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The Median Net Worth of Black Bostonians Is Lower Than the Cost of Lunch

Jonathan Lin/Flickr Creative Commons
Jonathan Lin/Flickr Creative Commons

There isn’t a whole lot you can get in a major East Coast city for $8. Meals at most lunch spots, once you include tax, will run higher than that (a Shake Shack double costs $8.09, for example).

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But that amount—a measly $8—is making the rounds thanks to a Boston Globe spotlight investigation that delves into the city’s history of racism.

Citing a study from 2015, “The Color of Wealth,” the Boston Globe listed the median wealth of a series of Bostonians based on their racial and ethnic backgrounds. The median net worth for white households in Boston, for example, was $247,500. For Caribbean-born black people, it was $12,000.

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But for blacks native to the U.S., the median net worth of an entire household was just $8. Some readers thought it was a typo, prompting the Globe to publish another article explaining that it wasn’t.

Put another way, that means the median white household in Boston is worth nearly 31,000 times more than a black American household.

Net worth was even lower for Dominicans living in the Boston area. The median net worth of their households was $0.

So how does this happen? It’s important to separate net worth (or wealth) from income. Wealth measures the total number of assets—both financial (your income, your 401[k], your life insurance) and tangible (your house, your car)—minus your total debt (your student loans, your mortgage, your credit card balances).

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In 2015, the difference between black American Bostonians owning more than what they owed was one meal.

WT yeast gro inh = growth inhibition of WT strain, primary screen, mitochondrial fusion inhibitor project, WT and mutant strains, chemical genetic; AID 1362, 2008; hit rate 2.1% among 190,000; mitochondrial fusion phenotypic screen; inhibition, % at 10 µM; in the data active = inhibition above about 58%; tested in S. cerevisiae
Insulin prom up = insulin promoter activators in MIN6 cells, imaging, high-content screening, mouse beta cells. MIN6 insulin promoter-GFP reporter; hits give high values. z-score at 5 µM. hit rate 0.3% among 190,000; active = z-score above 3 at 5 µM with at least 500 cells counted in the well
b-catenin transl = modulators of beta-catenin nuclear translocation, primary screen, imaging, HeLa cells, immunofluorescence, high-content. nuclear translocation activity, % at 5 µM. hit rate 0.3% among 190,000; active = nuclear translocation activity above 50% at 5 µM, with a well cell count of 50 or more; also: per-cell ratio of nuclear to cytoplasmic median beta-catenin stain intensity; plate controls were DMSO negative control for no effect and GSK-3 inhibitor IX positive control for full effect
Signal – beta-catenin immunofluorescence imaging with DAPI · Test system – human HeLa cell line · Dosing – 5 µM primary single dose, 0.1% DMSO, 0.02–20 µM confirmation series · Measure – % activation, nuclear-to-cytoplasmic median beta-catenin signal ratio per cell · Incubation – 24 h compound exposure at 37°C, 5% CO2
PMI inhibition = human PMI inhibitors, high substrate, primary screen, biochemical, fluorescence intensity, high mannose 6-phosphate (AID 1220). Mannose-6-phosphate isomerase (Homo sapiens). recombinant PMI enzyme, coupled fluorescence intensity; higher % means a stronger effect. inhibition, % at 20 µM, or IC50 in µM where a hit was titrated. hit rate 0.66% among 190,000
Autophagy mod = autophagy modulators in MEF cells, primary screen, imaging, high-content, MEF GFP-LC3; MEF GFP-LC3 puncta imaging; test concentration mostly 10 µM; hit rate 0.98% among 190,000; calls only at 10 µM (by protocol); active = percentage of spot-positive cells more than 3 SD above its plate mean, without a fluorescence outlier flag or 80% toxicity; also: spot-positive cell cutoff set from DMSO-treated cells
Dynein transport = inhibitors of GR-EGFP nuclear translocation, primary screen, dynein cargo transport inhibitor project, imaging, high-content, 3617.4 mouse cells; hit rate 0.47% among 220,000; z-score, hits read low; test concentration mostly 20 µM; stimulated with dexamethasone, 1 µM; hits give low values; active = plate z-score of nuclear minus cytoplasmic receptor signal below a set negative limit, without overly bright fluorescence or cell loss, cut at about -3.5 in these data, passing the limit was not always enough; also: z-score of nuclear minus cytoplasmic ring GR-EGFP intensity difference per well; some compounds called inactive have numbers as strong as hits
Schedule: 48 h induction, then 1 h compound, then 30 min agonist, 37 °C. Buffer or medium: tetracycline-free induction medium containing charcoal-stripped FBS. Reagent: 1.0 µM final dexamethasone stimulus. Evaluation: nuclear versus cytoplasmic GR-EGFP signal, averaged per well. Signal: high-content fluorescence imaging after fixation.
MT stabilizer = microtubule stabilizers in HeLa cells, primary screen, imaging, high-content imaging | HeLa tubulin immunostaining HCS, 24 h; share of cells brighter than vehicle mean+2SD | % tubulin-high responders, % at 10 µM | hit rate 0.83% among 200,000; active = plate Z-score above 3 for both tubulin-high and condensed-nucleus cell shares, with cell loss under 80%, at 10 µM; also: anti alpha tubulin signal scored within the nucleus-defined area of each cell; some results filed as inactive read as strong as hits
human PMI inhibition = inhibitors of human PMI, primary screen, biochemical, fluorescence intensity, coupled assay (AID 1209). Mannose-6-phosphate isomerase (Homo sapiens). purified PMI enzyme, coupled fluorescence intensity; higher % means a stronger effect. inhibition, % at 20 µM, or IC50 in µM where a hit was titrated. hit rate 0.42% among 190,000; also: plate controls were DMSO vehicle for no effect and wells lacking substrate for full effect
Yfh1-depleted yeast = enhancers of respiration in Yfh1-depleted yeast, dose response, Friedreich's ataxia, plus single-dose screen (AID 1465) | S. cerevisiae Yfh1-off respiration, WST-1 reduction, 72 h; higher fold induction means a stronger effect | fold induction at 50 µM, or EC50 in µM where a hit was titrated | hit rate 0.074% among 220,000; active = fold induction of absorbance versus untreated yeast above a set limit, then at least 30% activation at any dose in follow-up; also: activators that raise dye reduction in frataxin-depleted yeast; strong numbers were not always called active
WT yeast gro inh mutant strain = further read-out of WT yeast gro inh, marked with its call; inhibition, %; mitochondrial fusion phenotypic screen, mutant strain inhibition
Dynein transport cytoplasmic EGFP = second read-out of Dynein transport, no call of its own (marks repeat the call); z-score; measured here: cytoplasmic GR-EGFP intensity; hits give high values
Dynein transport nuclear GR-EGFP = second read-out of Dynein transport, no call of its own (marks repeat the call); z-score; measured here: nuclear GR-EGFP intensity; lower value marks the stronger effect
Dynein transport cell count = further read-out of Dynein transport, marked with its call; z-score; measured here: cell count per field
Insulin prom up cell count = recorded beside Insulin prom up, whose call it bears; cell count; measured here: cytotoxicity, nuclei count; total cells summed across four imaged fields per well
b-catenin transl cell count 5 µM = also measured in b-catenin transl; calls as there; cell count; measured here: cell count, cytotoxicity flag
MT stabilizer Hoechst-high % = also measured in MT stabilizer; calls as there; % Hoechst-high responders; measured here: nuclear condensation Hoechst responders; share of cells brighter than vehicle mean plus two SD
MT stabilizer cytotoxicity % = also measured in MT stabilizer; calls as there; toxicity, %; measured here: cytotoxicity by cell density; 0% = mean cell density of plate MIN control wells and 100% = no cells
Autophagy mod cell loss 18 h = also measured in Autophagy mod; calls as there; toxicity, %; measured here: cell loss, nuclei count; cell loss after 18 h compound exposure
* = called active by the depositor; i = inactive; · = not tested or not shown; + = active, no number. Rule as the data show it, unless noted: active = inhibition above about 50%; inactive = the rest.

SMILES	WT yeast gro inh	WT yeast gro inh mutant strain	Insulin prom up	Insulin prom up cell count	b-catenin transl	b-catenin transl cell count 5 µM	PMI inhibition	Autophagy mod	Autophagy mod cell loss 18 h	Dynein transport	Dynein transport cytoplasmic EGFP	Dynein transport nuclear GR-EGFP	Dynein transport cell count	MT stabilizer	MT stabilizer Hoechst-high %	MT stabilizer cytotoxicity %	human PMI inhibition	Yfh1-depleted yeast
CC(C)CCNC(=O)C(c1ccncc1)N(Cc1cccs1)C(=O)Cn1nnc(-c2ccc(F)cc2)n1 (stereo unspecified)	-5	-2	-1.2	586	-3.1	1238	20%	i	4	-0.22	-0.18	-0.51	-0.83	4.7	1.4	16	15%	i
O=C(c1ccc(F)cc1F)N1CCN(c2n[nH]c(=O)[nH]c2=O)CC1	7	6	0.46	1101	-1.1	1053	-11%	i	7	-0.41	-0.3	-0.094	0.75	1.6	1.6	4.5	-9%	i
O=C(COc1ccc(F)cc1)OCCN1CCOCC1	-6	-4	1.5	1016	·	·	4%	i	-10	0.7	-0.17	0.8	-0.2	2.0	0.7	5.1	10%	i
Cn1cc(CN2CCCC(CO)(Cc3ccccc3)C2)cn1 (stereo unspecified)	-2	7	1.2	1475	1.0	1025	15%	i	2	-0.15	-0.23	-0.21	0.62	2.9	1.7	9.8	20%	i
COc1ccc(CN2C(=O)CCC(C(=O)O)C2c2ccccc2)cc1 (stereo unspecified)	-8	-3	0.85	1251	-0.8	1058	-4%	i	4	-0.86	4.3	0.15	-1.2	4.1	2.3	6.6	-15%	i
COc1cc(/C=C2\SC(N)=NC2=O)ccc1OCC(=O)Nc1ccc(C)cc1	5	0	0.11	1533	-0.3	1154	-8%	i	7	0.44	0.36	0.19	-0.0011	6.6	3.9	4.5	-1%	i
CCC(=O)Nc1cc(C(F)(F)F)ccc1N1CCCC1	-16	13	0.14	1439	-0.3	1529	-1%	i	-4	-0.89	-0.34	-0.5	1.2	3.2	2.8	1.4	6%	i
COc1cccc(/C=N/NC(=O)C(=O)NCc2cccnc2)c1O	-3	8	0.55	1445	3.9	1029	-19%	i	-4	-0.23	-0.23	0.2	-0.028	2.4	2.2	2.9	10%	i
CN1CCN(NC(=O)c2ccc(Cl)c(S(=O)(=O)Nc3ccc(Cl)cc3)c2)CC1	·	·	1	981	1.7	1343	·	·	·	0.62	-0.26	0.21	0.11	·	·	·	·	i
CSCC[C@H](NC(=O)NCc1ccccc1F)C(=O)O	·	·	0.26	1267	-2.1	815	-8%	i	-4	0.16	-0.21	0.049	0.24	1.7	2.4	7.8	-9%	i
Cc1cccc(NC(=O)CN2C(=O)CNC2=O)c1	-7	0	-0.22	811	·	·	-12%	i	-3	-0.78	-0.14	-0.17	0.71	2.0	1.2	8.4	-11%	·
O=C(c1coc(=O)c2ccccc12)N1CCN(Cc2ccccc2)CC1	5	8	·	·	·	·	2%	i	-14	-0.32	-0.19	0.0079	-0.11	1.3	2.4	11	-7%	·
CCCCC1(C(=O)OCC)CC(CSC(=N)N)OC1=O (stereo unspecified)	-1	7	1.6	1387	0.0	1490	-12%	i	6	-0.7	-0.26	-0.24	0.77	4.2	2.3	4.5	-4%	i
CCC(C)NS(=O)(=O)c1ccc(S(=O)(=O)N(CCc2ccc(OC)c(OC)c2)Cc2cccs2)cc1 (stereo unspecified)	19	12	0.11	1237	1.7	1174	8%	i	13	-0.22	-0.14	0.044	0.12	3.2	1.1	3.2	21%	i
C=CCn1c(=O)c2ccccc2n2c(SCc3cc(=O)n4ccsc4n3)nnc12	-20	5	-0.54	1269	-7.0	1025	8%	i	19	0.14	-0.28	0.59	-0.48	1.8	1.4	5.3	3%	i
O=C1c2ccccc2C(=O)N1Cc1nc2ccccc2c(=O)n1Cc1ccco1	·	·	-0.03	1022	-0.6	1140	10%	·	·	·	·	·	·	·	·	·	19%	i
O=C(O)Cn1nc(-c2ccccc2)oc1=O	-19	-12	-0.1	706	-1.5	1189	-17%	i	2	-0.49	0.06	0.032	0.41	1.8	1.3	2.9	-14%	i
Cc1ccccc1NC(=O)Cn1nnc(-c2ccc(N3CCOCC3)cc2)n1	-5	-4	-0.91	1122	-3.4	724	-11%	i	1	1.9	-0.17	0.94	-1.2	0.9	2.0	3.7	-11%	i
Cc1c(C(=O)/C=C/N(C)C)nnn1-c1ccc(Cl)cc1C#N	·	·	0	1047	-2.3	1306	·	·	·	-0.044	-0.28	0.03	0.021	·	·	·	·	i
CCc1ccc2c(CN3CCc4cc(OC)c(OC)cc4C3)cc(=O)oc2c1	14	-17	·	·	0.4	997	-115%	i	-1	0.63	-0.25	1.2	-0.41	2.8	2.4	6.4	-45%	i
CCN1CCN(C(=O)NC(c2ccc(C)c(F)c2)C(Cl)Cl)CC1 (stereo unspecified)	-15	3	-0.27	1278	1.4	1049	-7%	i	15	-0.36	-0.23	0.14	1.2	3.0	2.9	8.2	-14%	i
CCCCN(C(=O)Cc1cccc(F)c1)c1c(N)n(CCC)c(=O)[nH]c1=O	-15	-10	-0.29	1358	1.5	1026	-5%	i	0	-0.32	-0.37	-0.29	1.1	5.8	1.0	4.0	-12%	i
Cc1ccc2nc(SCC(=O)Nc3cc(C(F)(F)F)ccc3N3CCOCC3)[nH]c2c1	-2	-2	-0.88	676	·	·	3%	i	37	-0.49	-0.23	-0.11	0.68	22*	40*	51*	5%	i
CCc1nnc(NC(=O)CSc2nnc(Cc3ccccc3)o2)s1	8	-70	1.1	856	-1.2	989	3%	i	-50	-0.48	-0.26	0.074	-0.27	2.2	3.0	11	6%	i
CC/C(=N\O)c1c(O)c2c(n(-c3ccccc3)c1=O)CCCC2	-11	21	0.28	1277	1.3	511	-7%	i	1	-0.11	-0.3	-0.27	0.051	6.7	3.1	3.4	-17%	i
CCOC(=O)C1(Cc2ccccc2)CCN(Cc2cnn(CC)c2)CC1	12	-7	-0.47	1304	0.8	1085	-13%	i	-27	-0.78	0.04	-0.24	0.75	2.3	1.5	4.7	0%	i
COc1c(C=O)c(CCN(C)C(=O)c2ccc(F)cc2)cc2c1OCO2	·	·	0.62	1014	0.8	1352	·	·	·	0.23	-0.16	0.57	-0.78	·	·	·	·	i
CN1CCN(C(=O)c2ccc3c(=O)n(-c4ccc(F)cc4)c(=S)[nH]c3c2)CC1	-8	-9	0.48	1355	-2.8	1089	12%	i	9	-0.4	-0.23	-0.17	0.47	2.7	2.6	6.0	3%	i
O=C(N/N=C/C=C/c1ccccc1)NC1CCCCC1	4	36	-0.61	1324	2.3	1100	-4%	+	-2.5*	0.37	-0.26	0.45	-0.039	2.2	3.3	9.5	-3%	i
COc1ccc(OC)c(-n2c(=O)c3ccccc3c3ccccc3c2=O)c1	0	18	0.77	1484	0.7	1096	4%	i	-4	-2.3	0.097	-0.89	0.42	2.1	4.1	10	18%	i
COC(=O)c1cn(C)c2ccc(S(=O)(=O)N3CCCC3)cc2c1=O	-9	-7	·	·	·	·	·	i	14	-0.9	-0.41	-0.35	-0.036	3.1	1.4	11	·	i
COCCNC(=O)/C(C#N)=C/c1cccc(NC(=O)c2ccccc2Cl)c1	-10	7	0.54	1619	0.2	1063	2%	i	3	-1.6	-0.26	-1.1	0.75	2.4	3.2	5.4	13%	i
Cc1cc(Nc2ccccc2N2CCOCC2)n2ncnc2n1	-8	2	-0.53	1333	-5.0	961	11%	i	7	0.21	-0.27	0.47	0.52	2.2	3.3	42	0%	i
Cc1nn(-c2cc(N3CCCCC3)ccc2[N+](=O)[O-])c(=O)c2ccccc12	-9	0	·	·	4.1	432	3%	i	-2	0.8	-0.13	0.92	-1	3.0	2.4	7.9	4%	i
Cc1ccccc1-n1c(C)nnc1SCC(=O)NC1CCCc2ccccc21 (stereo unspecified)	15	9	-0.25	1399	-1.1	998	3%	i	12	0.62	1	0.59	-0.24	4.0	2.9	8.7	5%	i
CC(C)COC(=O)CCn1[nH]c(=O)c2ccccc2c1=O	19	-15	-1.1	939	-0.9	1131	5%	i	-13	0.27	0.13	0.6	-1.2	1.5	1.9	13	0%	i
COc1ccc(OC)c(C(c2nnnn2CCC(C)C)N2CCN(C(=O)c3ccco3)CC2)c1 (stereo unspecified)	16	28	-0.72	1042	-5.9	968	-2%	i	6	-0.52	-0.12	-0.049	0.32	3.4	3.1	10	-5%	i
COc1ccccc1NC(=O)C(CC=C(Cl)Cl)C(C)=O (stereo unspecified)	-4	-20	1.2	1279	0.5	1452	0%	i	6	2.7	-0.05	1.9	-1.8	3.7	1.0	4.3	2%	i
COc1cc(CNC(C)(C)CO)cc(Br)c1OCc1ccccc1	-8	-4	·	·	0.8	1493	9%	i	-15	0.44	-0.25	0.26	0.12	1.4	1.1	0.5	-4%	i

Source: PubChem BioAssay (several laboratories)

The reasons that black American households would have fewer assets and more debt are myriad and historical: Black Americans have been systematically denied access to assets (housing discrimination, job discrimination and the carceral state are but a few factors), while being uniquely vulnerable to debt. Even now, a relatively new phenomenon—the student loan crisis—disproportionately affects black grads.

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Boston isn’t exactly atypical when it comes to racial wealth disparities, either. The gap is certainly starker, but study after study makes clear that the overall picture for black American wealth is bleak. One recent study found that black middle-class households nationwide were losing wealth—and if such trends continued, they were only a few decades away from having zero net worth.

In Boston, as with the rest of the country, the wealth gap isn’t accidental: Racially restrictive housing covenants were intentional. Redlining was intentional. Predatory loans wereand remain—intentional.

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The worth of black American households in Boston isn’t a typo—nor is it a mistake.

Read more at the Boston Globe.

Staff writer, The Root.

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DISCUSSION

SweetJamesJones
SweetJamesJones

It’s probably accurate. Before ~1970 (closer to 1980), there was no way to really gain wealth for native born Black Americans. You couldn’t get a high paying job, and you couldn’t get a business loan. Black people were stuck taking jobs as terrible wages essentially living paycheck to paycheck with no savings.

Black people can now get good jobs and business loans, but the 400 or 500 years of wealth that was stolen remains in the hands of white people who don’t want to give it back. That is why Republicans favor tax breaks for the wealthy over direct aid and elimination of the estate tax. It’s because the white people have wealth, and their entire platform is based on keeping the wealth in white America.

As a Black person, you have to go into more debt to get educated, then you will have a hard time getting a job and get a lower salary when you do. It’s going to take more than one generation to overcome the deficit, because this is the first generation that can pay off the loans and meet the debt to buy a home. We are still in the first generation where some Black people will get an inheritance instead of a bill when their parents die.

Don’t worry about these stats. Just keep doing the right things with money, and we will catch up. It’s just going to take 4 or 5 generations, because no one is going to help us.